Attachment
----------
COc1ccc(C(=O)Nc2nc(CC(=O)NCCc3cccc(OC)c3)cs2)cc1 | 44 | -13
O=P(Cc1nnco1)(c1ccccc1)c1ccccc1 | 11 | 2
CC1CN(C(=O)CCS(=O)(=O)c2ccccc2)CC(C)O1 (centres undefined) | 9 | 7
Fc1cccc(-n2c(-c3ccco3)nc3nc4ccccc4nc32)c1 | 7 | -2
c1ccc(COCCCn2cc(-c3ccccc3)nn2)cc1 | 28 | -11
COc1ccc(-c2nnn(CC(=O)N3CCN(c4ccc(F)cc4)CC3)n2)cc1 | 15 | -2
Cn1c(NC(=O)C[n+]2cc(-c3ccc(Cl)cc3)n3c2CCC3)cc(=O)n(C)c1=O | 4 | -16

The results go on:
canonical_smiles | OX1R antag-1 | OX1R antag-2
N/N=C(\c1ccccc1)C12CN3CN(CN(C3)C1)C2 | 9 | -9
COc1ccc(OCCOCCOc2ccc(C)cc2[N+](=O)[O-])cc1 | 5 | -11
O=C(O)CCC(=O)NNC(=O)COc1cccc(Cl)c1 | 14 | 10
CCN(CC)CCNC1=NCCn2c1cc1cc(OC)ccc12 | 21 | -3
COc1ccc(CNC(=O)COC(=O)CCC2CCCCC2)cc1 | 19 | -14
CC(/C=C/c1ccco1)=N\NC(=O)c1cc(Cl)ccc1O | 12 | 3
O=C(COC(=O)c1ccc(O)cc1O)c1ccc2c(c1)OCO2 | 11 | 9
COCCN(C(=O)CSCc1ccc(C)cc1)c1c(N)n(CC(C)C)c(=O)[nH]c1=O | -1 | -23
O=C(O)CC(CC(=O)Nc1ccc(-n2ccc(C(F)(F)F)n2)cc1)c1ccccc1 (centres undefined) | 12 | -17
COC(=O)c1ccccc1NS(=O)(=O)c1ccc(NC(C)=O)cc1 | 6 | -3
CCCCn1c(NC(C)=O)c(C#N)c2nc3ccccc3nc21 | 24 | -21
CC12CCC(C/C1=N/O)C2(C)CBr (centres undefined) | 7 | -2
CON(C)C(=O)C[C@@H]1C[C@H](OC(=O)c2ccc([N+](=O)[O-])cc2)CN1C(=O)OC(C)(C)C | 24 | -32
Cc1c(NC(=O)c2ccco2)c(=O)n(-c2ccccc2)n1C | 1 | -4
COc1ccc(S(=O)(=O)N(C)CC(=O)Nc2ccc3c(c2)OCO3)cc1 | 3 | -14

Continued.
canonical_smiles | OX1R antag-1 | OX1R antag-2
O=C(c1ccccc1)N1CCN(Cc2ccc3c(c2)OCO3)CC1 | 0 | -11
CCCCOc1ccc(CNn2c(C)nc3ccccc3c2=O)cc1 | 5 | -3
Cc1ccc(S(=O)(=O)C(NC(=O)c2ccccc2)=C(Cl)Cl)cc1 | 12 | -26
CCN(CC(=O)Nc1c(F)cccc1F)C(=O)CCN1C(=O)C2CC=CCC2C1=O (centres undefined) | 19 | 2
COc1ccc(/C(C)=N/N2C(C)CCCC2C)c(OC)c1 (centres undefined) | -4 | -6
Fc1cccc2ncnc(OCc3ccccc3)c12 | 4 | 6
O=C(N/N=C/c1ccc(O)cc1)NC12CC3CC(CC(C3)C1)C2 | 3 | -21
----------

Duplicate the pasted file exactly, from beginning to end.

COc1ccc(C(=O)Nc2nc(CC(=O)NCCc3cccc(OC)c3)cs2)cc1 | 44 | -13
O=P(Cc1nnco1)(c1ccccc1)c1ccccc1 | 11 | 2
CC1CN(C(=O)CCS(=O)(=O)c2ccccc2)CC(C)O1 (centres undefined) | 9 | 7
Fc1cccc(-n2c(-c3ccco3)nc3nc4ccccc4nc32)c1 | 7 | -2
c1ccc(COCCCn2cc(-c3ccccc3)nn2)cc1 | 28 | -11
COc1ccc(-c2nnn(CC(=O)N3CCN(c4ccc(F)cc4)CC3)n2)cc1 | 15 | -2
Cn1c(NC(=O)C[n+]2cc(-c3ccc(Cl)cc3)n3c2CCC3)cc(=O)n(C)c1=O | 4 | -16

The results go on:
canonical_smiles | OX1R antag-1 | OX1R antag-2
N/N=C(\c1ccccc1)C12CN3CN(CN(C3)C1)C2 | 9 | -9
COc1ccc(OCCOCCOc2ccc(C)cc2[N+](=O)[O-])cc1 | 5 | -11
O=C(O)CCC(=O)NNC(=O)COc1cccc(Cl)c1 | 14 | 10
CCN(CC)CCNC1=NCCn2c1cc1cc(OC)ccc12 | 21 | -3
COc1ccc(CNC(=O)COC(=O)CCC2CCCCC2)cc1 | 19 | -14
CC(/C=C/c1ccco1)=N\NC(=O)c1cc(Cl)ccc1O | 12 | 3
O=C(COC(=O)c1ccc(O)cc1O)c1ccc2c(c1)OCO2 | 11 | 9
COCCN(C(=O)CSCc1ccc(C)cc1)c1c(N)n(CC(C)C)c(=O)[nH]c1=O | -1 | -23
O=C(O)CC(CC(=O)Nc1ccc(-n2ccc(C(F)(F)F)n2)cc1)c1ccccc1 (centres undefined) | 12 | -17
COC(=O)c1ccccc1NS(=O)(=O)c1ccc(NC(C)=O)cc1 | 6 | -3
CCCCn1c(NC(C)=O)c(C#N)c2nc3ccccc3nc21 | 24 | -21
CC12CCC(C/C1=N/O)C2(C)CBr (centres undefined) | 7 | -2
CON(C)C(=O)C[C@@H]1C[C@H](OC(=O)c2ccc([N+](=O)[O-])cc2)CN1C(=O)OC(C)(C)C | 24 | -32
Cc1c(NC(=O)c2ccco2)c(=O)n(-c2ccccc2)n1C | 1 | -4
COc1ccc(S(=O)(=O)N(C)CC(=O)Nc2ccc3c(c2)OCO3)cc1 | 3 | -14

Continued.
canonical_smiles | OX1R antag-1 | OX1R antag-2
O=C(c1ccccc1)N1CCN(Cc2ccc3c(c2)OCO3)CC1 | 0 | -11
CCCCOc1ccc(CNn2c(C)nc3ccccc3c2=O)cc1 | 5 | -3
Cc1ccc(S(=O)(=O)C(NC(=O)c2ccccc2)=C(Cl)Cl)cc1 | 12 | -26
CCN(CC(=O)Nc1c(F)cccc1F)C(=O)CCN1C(=O)C2CC=CCC2C1=O (centres undefined) | 19 | 2
COc1ccc(/C(C)=N/N2C(C)CCCC2C)c(OC)c1 (centres undefined) | -4 | -6
Fc1cccc2ncnc(OCc3ccccc3)c12 | 4 | 6
O=C(N/N=C/c1ccc(O)cc1)NC12CC3CC(CC(C3)C1)C2 | 3 | -21